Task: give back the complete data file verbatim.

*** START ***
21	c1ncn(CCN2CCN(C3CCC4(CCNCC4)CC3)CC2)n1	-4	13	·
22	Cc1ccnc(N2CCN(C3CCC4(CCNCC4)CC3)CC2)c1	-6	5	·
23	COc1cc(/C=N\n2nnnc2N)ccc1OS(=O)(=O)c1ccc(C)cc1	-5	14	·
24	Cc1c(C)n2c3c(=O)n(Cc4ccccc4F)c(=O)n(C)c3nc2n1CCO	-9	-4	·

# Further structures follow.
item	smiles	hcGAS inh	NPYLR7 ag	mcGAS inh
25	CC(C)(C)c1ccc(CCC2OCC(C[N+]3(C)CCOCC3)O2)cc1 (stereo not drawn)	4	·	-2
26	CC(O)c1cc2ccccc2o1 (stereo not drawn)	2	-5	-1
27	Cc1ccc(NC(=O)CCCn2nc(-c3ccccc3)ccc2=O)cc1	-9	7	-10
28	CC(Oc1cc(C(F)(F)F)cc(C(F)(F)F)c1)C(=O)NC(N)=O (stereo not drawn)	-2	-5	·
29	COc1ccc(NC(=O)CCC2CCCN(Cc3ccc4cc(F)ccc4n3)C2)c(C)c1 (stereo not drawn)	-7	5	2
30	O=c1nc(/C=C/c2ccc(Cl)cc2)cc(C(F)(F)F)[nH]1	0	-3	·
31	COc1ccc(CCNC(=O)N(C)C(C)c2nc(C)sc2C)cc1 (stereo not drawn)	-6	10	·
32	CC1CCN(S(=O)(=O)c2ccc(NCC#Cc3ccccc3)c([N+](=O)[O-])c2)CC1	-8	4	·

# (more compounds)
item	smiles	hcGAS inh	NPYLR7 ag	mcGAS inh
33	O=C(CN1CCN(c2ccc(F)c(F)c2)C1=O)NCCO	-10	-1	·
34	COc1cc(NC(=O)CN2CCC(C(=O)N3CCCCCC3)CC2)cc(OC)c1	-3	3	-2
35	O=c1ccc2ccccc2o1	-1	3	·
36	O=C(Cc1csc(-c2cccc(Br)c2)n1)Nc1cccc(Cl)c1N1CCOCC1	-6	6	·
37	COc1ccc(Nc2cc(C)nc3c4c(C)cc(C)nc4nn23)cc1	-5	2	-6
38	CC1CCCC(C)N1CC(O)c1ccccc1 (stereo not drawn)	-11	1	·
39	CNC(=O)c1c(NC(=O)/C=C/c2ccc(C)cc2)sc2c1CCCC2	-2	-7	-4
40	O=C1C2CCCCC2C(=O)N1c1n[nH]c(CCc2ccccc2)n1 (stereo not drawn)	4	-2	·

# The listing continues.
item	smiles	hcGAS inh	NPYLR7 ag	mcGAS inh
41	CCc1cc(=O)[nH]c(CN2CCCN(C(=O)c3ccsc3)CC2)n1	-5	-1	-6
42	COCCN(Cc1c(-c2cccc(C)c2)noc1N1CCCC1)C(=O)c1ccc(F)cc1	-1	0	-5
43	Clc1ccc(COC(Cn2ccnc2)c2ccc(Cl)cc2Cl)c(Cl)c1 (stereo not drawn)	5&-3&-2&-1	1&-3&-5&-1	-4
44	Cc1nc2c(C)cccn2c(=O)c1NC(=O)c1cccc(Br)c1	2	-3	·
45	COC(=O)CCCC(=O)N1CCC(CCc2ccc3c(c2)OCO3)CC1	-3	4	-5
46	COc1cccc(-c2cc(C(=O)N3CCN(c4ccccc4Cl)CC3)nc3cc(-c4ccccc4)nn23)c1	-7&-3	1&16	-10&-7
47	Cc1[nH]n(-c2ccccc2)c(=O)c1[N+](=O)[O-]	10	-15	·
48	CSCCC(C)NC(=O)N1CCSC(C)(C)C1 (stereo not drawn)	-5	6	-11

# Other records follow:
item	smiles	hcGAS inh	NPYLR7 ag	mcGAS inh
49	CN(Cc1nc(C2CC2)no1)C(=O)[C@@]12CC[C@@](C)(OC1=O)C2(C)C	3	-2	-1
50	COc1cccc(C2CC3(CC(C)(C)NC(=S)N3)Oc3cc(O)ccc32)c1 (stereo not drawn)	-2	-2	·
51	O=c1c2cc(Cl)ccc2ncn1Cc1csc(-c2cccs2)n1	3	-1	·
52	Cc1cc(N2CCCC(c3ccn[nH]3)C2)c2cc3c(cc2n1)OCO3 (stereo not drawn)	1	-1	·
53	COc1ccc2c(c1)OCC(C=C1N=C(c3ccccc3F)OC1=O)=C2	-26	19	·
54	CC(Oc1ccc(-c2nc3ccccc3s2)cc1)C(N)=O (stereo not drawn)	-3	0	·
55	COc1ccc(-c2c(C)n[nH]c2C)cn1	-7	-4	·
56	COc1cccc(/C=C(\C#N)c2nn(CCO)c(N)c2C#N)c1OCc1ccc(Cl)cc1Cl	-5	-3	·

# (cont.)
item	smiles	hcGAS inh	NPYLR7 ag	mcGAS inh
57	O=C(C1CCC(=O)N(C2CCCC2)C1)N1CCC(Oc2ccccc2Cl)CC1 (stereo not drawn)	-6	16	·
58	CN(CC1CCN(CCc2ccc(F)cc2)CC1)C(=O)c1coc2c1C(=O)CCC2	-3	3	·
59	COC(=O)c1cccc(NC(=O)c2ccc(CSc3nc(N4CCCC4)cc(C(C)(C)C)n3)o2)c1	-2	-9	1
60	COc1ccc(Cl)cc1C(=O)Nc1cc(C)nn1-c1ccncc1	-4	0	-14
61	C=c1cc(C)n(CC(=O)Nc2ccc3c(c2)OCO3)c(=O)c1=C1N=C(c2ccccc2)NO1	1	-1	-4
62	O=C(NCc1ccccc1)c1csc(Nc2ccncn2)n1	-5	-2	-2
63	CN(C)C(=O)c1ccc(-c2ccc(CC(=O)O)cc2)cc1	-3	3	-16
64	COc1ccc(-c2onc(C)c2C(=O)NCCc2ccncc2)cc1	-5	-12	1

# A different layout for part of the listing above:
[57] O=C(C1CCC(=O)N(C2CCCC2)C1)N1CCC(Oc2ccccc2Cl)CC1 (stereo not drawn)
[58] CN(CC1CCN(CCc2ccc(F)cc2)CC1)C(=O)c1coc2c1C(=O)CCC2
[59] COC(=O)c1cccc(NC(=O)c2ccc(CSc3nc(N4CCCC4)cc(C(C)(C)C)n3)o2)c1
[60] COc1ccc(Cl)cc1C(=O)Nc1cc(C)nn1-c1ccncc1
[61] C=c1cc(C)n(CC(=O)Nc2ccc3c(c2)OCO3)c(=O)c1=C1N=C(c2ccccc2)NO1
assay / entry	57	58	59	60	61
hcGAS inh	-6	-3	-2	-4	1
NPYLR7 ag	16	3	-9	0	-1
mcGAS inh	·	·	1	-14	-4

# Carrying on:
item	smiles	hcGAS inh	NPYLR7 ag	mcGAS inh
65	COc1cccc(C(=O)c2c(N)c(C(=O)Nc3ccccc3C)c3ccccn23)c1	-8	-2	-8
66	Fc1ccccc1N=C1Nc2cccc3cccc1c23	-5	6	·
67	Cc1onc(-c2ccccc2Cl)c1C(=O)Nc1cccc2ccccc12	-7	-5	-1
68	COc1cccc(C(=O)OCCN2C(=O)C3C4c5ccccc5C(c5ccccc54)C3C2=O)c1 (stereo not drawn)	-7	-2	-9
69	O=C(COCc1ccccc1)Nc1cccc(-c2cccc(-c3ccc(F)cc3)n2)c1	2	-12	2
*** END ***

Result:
21	c1ncn(CCN2CCN(C3CCC4(CCNCC4)CC3)CC2)n1	-4	13	·
22	Cc1ccnc(N2CCN(C3CCC4(CCNCC4)CC3)CC2)c1	-6	5	·
23	COc1cc(/C=N\n2nnnc2N)ccc1OS(=O)(=O)c1ccc(C)cc1	-5	14	·
24	Cc1c(C)n2c3c(=O)n(Cc4ccccc4F)c(=O)n(C)c3nc2n1CCO	-9	-4	·

# Further structures follow.
item	smiles	hcGAS inh	NPYLR7 ag	mcGAS inh
25	CC(C)(C)c1ccc(CCC2OCC(C[N+]3(C)CCOCC3)O2)cc1 (stereo not drawn)	4	·	-2
26	CC(O)c1cc2ccccc2o1 (stereo not drawn)	2	-5	-1
27	Cc1ccc(NC(=O)CCCn2nc(-c3ccccc3)ccc2=O)cc1	-9	7	-10
28	CC(Oc1cc(C(F)(F)F)cc(C(F)(F)F)c1)C(=O)NC(N)=O (stereo not drawn)	-2	-5	·
29	COc1ccc(NC(=O)CCC2CCCN(Cc3ccc4cc(F)ccc4n3)C2)c(C)c1 (stereo not drawn)	-7	5	2
30	O=c1nc(/C=C/c2ccc(Cl)cc2)cc(C(F)(F)F)[nH]1	0	-3	·
31	COc1ccc(CCNC(=O)N(C)C(C)c2nc(C)sc2C)cc1 (stereo not drawn)	-6	10	·
32	CC1CCN(S(=O)(=O)c2ccc(NCC#Cc3ccccc3)c([N+](=O)[O-])c2)CC1	-8	4	·

# (more compounds)
item	smiles	hcGAS inh	NPYLR7 ag	mcGAS inh
33	O=C(CN1CCN(c2ccc(F)c(F)c2)C1=O)NCCO	-10	-1	·
34	COc1cc(NC(=O)CN2CCC(C(=O)N3CCCCCC3)CC2)cc(OC)c1	-3	3	-2
35	O=c1ccc2ccccc2o1	-1	3	·
36	O=C(Cc1csc(-c2cccc(Br)c2)n1)Nc1cccc(Cl)c1N1CCOCC1	-6	6	·
37	COc1ccc(Nc2cc(C)nc3c4c(C)cc(C)nc4nn23)cc1	-5	2	-6
38	CC1CCCC(C)N1CC(O)c1ccccc1 (stereo not drawn)	-11	1	·
39	CNC(=O)c1c(NC(=O)/C=C/c2ccc(C)cc2)sc2c1CCCC2	-2	-7	-4
40	O=C1C2CCCCC2C(=O)N1c1n[nH]c(CCc2ccccc2)n1 (stereo not drawn)	4	-2	·

# The listing continues.
item	smiles	hcGAS inh	NPYLR7 ag	mcGAS inh
41	CCc1cc(=O)[nH]c(CN2CCCN(C(=O)c3ccsc3)CC2)n1	-5	-1	-6
42	COCCN(Cc1c(-c2cccc(C)c2)noc1N1CCCC1)C(=O)c1ccc(F)cc1	-1	0	-5
43	Clc1ccc(COC(Cn2ccnc2)c2ccc(Cl)cc2Cl)c(Cl)c1 (stereo not drawn)	5&-3&-2&-1	1&-3&-5&-1	-4
44	Cc1nc2c(C)cccn2c(=O)c1NC(=O)c1cccc(Br)c1	2	-3	·
45	COC(=O)CCCC(=O)N1CCC(CCc2ccc3c(c2)OCO3)CC1	-3	4	-5
46	COc1cccc(-c2cc(C(=O)N3CCN(c4ccccc4Cl)CC3)nc3cc(-c4ccccc4)nn23)c1	-7&-3	1&16	-10&-7
47	Cc1[nH]n(-c2ccccc2)c(=O)c1[N+](=O)[O-]	10	-15	·
48	CSCCC(C)NC(=O)N1CCSC(C)(C)C1 (stereo not drawn)	-5	6	-11

# Other records follow:
item	smiles	hcGAS inh	NPYLR7 ag	mcGAS inh
49	CN(Cc1nc(C2CC2)no1)C(=O)[C@@]12CC[C@@](C)(OC1=O)C2(C)C	3	-2	-1
50	COc1cccc(C2CC3(CC(C)(C)NC(=S)N3)Oc3cc(O)ccc32)c1 (stereo not drawn)	-2	-2	·
51	O=c1c2cc(Cl)ccc2ncn1Cc1csc(-c2cccs2)n1	3	-1	·
52	Cc1cc(N2CCCC(c3ccn[nH]3)C2)c2cc3c(cc2n1)OCO3 (stereo not drawn)	1	-1	·
53	COc1ccc2c(c1)OCC(C=C1N=C(c3ccccc3F)OC1=O)=C2	-26	19	·
54	CC(Oc1ccc(-c2nc3ccccc3s2)cc1)C(N)=O (stereo not drawn)	-3	0	·
55	COc1ccc(-c2c(C)n[nH]c2C)cn1	-7	-4	·
56	COc1cccc(/C=C(\C#N)c2nn(CCO)c(N)c2C#N)c1OCc1ccc(Cl)cc1Cl	-5	-3	·

# (cont.)
item	smiles	hcGAS inh	NPYLR7 ag	mcGAS inh
57	O=C(C1CCC(=O)N(C2CCCC2)C1)N1CCC(Oc2ccccc2Cl)CC1 (stereo not drawn)	-6	16	·
58	CN(CC1CCN(CCc2ccc(F)cc2)CC1)C(=O)c1coc2c1C(=O)CCC2	-3	3	·
59	COC(=O)c1cccc(NC(=O)c2ccc(CSc3nc(N4CCCC4)cc(C(C)(C)C)n3)o2)c1	-2	-9	1
60	COc1ccc(Cl)cc1C(=O)Nc1cc(C)nn1-c1ccncc1	-4	0	-14
61	C=c1cc(C)n(CC(=O)Nc2ccc3c(c2)OCO3)c(=O)c1=C1N=C(c2ccccc2)NO1	1	-1	-4
62	O=C(NCc1ccccc1)c1csc(Nc2ccncn2)n1	-5	-2	-2
63	CN(C)C(=O)c1ccc(-c2ccc(CC(=O)O)cc2)cc1	-3	3	-16
64	COc1ccc(-c2onc(C)c2C(=O)NCCc2ccncc2)cc1	-5	-12	1

# A different layout for part of the listing above:
[57] O=C(C1CCC(=O)N(C2CCCC2)C1)N1CCC(Oc2ccccc2Cl)CC1 (stereo not drawn)
[58] CN(CC1CCN(CCc2ccc(F)cc2)CC1)C(=O)c1coc2c1C(=O)CCC2
[59] COC(=O)c1cccc(NC(=O)c2ccc(CSc3nc(N4CCCC4)cc(C(C)(C)C)n3)o2)c1
[60] COc1ccc(Cl)cc1C(=O)Nc1cc(C)nn1-c1ccncc1
[61] C=c1cc(C)n(CC(=O)Nc2ccc3c(c2)OCO3)c(=O)c1=C1N=C(c2ccccc2)NO1
assay / entry	57	58	59	60	61
hcGAS inh	-6	-3	-2	-4	1
NPYLR7 ag	16	3	-9	0	-1
mcGAS inh	·	·	1	-14	-4

# Carrying on:
item	smiles	hcGAS inh	NPYLR7 ag	mcGAS inh
65	COc1cccc(C(=O)c2c(N)c(C(=O)Nc3ccccc3C)c3ccccn23)c1	-8	-2	-8
66	Fc1ccccc1N=C1Nc2cccc3cccc1c23	-5	6	·
67	Cc1onc(-c2ccccc2Cl)c1C(=O)Nc1cccc2ccccc12	-7	-5	-1
68	COc1cccc(C(=O)OCCN2C(=O)C3C4c5ccccc5C(c5ccccc54)C3C2=O)c1 (stereo not drawn)	-7	-2	-9
69	O=C(COCc1ccccc1)Nc1cccc(-c2cccc(-c3ccc(F)cc3)n2)c1	2	-12	2